Wednesday, December 5, 2018



Speaking as a critic who makes no apologies for masculine-oriented entertainment-- which often means anything that parades around lots of sexy women-- BURIAL OF THE RATS, a Showtime cable-movie made under the rubric of "Roger Corman Presents" is an embarrassment to lovers of exploitation cinema.

Thanks to the success of 1992's BRAM STOKER'S DRACULA, the Irish author's name also appeared on a few low-budget adaptations of his work. The short story "Burial of the Rats" concerns a young man in Paris who runs into a bunch of scruffy beggars and witnesses a metaphorical "burial" in which a dead body is consumed by a swarm of rodents. It's pretty thin material, even for a cable flick, so it's not surprising that Corman stuffs his adaptation with all sorts of anachronistic elements.

In BURIAL, the unnamed young man in Paris is Bram Stoker himself, who tells his patrician father that he wants to be a writer some day. He's then separated from his doting dad by a gang of thong-clad raiders, all women in thongs and bikini-tops, sometimes referred to as "the Rat Women." Bram is taken to their secret lair, where he meets "The Queen" (Adrienne Barbeau). The Queen relates her feminist agenda, possibly derived from the classical myths of the Amazons, in that the Queen brings together women misused by brothels, bad husbands, and other tools of the patriarchy. (Barbeau's character alludes to having been abused by some paternal figure in her past.) Her agenda becomes a bit suspect when the viewer sees that all of these Parisian Amazons are hot model-types, but she does have the requisite man-hatred. Bram is only saved when a sympathetic "Ratbabe" named Madeleine (Maria Ford) suggests that maybe they can use Bram to spread their legend to all of Paris, and perhaps make it easier to prey on Parisian targets. However, another Ratbabe, name of Anna (Olga Kabo), secretly has lesbian designs on Madeleine, and doesn't like seeing the blooming romance between her and Bram. Oh, and there are some rats hanging around the hideout of the Rat Women, but as in the short story, they play a minimal role until the climax, where they're responsible for devouring a body with the speed of a piranha-school.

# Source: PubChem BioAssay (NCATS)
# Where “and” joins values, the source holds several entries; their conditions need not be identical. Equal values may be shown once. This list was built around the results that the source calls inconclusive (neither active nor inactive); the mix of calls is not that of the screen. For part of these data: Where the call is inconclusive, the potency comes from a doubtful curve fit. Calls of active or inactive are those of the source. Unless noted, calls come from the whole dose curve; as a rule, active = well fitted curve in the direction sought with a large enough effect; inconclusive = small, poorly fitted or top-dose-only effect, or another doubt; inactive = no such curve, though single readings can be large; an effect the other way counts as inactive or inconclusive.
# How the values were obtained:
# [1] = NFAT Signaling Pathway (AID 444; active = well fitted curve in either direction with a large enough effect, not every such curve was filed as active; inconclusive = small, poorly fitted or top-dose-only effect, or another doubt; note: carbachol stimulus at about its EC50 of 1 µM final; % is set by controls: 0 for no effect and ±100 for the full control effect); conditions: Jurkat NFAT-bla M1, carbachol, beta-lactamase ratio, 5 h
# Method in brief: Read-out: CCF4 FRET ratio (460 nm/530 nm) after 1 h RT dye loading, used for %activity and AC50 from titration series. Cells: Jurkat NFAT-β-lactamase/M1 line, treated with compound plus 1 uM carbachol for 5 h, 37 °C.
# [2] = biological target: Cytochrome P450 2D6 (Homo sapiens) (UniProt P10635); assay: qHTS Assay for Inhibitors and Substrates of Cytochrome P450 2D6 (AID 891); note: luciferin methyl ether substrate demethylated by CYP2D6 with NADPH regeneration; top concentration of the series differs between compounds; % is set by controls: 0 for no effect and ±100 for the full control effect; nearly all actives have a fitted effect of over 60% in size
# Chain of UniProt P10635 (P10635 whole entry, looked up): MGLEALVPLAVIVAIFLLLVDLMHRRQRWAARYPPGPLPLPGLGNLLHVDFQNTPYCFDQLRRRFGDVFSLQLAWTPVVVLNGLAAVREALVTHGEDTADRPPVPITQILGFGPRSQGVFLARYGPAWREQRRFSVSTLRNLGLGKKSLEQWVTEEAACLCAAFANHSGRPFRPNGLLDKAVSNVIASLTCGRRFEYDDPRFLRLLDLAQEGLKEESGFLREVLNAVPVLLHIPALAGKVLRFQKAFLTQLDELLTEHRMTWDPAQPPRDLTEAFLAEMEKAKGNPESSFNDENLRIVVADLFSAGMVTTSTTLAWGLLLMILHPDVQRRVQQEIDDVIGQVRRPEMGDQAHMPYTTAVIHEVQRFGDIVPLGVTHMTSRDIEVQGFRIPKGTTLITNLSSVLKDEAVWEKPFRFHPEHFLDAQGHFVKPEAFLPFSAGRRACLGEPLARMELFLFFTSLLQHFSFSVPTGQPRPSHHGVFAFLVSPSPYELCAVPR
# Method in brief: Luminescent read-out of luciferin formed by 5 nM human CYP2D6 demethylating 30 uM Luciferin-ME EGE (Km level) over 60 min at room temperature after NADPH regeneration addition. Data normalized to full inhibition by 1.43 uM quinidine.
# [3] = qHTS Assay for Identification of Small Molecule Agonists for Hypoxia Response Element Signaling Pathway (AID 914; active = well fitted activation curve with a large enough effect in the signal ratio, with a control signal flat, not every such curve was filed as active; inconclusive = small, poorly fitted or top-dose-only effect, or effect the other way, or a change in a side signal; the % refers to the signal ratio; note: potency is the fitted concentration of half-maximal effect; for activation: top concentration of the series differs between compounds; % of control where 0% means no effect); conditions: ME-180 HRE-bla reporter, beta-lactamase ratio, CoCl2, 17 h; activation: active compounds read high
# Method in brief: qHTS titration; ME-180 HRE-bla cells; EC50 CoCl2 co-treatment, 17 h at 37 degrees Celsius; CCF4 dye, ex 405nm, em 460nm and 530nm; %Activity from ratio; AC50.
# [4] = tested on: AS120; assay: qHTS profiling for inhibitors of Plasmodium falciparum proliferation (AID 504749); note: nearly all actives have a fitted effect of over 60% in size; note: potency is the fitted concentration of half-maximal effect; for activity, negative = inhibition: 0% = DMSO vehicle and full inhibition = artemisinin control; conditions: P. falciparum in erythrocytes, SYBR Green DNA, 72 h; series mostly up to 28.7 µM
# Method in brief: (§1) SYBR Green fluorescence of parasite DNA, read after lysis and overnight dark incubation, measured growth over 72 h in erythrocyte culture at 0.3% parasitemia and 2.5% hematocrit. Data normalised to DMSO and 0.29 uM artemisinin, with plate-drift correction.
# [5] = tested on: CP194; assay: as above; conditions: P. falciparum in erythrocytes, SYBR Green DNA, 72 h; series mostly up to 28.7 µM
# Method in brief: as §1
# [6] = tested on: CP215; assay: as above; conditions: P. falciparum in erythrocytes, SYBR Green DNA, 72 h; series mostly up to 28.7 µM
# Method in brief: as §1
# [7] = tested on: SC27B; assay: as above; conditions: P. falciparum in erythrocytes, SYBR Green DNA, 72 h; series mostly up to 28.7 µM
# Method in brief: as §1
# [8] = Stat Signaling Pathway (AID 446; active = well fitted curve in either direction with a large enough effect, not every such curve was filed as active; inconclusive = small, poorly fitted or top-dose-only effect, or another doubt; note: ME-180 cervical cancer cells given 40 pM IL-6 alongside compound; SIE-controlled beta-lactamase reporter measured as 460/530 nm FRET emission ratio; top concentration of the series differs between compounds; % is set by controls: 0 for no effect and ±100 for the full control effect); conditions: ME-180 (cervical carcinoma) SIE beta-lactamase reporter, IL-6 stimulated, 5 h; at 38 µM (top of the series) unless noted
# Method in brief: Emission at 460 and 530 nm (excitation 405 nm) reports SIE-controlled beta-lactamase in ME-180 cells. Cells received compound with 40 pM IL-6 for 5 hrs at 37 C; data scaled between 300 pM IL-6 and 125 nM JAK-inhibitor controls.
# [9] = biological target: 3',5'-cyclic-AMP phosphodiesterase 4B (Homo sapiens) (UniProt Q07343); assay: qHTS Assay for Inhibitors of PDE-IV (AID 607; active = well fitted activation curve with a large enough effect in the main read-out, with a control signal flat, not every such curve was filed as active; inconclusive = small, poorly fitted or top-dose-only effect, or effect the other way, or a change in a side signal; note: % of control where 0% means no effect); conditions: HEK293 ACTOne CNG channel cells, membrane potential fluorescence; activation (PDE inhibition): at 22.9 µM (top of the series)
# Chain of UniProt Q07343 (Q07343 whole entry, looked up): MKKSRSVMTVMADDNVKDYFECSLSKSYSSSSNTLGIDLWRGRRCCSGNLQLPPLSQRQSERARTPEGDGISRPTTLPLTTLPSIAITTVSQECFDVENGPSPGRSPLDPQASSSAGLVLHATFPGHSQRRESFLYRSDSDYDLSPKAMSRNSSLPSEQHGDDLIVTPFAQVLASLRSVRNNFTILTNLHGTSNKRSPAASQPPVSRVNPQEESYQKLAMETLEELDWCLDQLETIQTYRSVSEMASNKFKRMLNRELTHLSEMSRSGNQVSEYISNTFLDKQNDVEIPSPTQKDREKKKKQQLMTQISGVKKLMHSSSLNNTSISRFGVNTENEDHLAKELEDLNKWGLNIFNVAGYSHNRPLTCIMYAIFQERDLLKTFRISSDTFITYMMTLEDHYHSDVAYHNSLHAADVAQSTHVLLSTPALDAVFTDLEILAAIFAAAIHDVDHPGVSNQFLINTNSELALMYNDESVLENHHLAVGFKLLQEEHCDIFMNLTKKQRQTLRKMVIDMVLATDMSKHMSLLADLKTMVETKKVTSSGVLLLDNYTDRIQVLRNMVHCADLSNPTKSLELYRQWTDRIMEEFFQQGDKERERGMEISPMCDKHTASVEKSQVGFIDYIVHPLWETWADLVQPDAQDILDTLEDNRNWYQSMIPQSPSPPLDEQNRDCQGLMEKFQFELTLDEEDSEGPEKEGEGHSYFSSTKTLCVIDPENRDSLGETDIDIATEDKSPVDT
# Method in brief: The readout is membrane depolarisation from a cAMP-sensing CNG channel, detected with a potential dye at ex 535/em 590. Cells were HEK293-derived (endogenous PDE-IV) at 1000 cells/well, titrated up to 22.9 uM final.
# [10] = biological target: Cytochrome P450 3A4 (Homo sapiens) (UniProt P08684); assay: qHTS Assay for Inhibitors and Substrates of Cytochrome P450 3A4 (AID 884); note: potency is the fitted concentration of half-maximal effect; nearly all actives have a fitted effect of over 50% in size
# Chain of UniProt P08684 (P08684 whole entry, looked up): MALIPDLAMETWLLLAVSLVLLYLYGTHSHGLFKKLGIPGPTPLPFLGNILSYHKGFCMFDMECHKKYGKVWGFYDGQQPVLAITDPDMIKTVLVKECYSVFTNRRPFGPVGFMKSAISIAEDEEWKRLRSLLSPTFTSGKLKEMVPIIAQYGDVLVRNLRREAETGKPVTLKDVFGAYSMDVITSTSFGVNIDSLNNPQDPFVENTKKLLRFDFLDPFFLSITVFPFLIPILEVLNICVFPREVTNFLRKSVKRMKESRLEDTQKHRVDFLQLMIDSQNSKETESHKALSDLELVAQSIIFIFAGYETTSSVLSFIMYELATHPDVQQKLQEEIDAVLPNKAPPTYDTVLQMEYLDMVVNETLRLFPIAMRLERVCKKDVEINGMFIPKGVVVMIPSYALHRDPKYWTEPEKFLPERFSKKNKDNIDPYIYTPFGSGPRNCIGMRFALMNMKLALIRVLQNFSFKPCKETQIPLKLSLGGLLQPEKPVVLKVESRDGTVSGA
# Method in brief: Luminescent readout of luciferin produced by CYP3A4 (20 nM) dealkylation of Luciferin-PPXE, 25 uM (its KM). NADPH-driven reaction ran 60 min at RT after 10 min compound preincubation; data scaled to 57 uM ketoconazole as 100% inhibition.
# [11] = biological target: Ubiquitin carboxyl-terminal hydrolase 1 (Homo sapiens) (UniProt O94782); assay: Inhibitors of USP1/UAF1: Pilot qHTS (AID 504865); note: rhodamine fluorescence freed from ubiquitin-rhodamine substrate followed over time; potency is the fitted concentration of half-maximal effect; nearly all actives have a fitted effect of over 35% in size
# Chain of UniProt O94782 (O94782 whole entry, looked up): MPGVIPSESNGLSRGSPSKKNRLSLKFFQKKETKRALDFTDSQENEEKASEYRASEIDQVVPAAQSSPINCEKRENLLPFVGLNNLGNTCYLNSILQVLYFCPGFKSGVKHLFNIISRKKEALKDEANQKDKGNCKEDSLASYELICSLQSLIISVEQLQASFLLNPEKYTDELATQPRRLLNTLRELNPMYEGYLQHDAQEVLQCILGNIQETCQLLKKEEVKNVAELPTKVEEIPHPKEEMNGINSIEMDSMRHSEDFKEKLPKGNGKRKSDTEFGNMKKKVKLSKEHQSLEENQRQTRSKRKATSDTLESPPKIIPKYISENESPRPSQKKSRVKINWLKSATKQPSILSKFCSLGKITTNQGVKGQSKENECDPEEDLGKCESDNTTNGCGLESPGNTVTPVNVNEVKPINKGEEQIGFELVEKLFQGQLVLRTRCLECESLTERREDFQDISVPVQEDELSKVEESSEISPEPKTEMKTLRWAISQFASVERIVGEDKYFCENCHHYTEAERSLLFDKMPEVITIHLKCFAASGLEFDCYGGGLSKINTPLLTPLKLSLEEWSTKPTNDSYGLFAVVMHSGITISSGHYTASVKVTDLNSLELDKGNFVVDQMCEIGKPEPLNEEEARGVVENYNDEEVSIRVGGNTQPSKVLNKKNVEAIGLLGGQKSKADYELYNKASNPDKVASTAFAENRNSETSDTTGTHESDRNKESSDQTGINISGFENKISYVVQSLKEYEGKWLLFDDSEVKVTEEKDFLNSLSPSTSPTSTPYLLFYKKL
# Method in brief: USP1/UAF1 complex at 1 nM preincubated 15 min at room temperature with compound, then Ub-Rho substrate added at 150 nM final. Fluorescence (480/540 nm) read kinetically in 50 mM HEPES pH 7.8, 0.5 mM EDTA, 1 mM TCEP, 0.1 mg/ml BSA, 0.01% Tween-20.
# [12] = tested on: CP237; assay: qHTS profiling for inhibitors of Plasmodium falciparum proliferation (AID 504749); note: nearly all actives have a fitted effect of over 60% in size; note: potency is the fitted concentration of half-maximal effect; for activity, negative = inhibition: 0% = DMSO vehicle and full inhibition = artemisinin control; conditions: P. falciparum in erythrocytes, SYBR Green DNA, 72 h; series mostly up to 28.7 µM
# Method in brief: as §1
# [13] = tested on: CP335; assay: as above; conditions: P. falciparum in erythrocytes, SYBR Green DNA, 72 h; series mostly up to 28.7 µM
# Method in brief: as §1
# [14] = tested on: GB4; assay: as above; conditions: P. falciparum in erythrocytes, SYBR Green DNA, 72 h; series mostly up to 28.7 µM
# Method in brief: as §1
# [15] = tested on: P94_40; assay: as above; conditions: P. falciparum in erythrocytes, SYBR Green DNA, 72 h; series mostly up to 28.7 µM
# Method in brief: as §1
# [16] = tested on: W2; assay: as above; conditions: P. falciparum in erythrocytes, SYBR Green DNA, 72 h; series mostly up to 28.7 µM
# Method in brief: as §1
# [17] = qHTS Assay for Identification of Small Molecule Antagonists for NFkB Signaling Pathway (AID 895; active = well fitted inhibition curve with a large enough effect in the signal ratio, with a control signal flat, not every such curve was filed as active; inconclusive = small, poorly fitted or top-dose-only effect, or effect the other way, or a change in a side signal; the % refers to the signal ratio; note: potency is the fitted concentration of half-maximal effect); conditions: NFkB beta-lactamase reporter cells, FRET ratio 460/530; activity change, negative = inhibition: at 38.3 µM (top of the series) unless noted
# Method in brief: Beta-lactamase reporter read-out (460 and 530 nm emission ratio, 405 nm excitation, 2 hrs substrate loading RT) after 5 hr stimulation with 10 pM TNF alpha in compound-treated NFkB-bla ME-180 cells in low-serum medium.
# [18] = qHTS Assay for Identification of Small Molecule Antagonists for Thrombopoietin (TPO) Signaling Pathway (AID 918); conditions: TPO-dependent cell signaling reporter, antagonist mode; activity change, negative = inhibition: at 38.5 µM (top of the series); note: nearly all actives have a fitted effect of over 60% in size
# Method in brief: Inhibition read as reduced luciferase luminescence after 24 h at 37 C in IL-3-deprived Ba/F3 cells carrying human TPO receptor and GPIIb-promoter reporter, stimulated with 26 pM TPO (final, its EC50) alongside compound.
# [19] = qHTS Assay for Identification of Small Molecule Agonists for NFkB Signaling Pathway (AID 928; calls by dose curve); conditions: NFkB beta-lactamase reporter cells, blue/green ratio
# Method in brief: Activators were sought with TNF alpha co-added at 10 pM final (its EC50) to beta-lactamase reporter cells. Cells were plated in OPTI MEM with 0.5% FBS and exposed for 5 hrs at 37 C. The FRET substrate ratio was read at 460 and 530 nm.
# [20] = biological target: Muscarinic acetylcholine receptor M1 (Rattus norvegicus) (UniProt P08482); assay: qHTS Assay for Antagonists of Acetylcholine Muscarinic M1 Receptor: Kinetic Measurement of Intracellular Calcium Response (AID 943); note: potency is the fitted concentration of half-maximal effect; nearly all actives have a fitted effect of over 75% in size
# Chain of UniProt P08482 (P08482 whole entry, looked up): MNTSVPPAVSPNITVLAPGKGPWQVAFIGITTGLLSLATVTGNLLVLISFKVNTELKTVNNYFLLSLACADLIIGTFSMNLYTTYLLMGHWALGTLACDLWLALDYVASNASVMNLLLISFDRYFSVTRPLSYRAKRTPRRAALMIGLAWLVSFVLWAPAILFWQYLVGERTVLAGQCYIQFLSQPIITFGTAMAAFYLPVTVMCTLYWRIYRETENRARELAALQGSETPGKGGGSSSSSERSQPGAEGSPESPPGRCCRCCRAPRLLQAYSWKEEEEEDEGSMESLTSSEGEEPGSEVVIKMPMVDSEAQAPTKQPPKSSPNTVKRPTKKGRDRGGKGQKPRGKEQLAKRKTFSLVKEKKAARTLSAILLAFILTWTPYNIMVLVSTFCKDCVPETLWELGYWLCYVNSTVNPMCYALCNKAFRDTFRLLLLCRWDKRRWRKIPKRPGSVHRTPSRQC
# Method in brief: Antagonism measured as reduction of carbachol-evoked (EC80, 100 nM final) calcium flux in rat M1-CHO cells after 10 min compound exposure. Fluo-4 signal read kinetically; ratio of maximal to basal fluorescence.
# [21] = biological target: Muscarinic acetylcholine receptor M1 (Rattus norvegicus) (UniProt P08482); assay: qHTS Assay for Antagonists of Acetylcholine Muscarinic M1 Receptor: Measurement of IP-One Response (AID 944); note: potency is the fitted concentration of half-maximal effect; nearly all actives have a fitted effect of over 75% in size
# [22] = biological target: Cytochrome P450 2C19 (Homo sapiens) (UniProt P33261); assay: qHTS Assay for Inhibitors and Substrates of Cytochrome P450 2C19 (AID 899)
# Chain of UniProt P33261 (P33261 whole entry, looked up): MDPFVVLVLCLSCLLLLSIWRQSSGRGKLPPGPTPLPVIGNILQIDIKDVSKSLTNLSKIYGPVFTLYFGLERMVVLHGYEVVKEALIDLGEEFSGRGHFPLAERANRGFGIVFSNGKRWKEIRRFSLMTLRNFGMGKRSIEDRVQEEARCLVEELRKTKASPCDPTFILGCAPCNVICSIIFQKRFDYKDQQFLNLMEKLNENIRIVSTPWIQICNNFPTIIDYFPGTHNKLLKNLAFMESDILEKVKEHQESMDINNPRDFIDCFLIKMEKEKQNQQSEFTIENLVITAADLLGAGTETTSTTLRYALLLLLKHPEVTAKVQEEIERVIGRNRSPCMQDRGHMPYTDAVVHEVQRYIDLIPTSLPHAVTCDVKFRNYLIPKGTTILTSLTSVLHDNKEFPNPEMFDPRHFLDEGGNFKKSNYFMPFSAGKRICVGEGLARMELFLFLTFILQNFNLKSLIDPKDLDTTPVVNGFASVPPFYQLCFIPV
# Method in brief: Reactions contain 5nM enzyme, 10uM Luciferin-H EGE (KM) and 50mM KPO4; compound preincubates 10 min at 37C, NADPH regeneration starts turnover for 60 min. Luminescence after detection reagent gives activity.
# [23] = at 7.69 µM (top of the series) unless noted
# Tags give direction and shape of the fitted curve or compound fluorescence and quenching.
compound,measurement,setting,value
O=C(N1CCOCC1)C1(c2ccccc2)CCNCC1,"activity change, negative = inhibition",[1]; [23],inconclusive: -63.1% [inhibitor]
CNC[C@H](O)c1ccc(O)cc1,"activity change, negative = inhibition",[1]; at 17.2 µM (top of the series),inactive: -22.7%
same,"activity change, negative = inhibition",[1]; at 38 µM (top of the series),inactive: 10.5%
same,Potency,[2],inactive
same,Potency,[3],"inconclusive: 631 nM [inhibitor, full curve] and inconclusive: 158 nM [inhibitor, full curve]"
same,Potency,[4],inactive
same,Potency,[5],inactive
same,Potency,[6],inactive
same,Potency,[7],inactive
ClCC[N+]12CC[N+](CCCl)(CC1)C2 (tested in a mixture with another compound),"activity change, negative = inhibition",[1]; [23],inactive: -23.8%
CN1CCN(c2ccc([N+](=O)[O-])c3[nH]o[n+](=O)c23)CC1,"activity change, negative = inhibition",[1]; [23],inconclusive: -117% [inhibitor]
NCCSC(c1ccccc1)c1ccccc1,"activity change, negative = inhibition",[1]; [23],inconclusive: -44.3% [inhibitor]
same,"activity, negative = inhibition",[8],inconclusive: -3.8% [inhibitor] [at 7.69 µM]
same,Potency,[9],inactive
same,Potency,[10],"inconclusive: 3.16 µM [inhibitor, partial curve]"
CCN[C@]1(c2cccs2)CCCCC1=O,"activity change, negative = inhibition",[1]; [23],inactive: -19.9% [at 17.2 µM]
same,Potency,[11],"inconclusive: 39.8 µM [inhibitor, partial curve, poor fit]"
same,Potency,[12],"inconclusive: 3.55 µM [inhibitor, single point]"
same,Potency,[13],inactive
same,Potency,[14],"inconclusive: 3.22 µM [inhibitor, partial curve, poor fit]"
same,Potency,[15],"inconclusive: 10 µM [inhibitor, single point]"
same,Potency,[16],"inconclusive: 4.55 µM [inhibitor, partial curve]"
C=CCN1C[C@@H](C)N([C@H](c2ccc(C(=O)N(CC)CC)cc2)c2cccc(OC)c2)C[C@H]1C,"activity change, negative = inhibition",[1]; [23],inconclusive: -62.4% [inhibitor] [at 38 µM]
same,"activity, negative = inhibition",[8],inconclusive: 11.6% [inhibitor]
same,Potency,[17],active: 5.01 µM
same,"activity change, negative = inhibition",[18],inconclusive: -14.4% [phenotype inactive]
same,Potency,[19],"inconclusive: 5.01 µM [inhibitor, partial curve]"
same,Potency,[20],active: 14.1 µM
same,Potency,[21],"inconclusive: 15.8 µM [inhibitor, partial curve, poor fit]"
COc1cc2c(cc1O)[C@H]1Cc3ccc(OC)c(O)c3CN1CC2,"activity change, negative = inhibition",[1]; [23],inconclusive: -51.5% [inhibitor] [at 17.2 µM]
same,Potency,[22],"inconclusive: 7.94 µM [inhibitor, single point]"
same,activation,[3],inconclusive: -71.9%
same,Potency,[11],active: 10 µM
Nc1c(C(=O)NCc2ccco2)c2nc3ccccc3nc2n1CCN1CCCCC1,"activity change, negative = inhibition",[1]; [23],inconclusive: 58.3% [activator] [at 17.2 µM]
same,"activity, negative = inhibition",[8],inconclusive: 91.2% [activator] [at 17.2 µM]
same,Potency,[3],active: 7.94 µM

The Rat Women-- all of whom are skilled swordswomen, though nothing explains how they became so-- do get a couple of opportunities to vent their spleen on nasty men. Yet the romance between Bram and Madeleine takes priority, and effectively spells doom to this 19th-century incarnation of the Lesbian Nation. Parisian police restore the status quo by invading the Rat Women's redoubt and dueling them all to death in a series of uninspired sword-fights, and only Bram "am escaped to tell" his contemporaries of his strange if banal adventure.

Corman has shown a proclivity for soft sexploitation for decades, running from the 1956 SWAMP WOMEN to the BLACK SCORPION telefilms that also appeared in the Showtime package. But both of the Scorpion and the Swamp Women, however risible, display a certain degree of power as well as sexiness. The Rat Women, in contrast, are never more than the sum of their exploitative parts.

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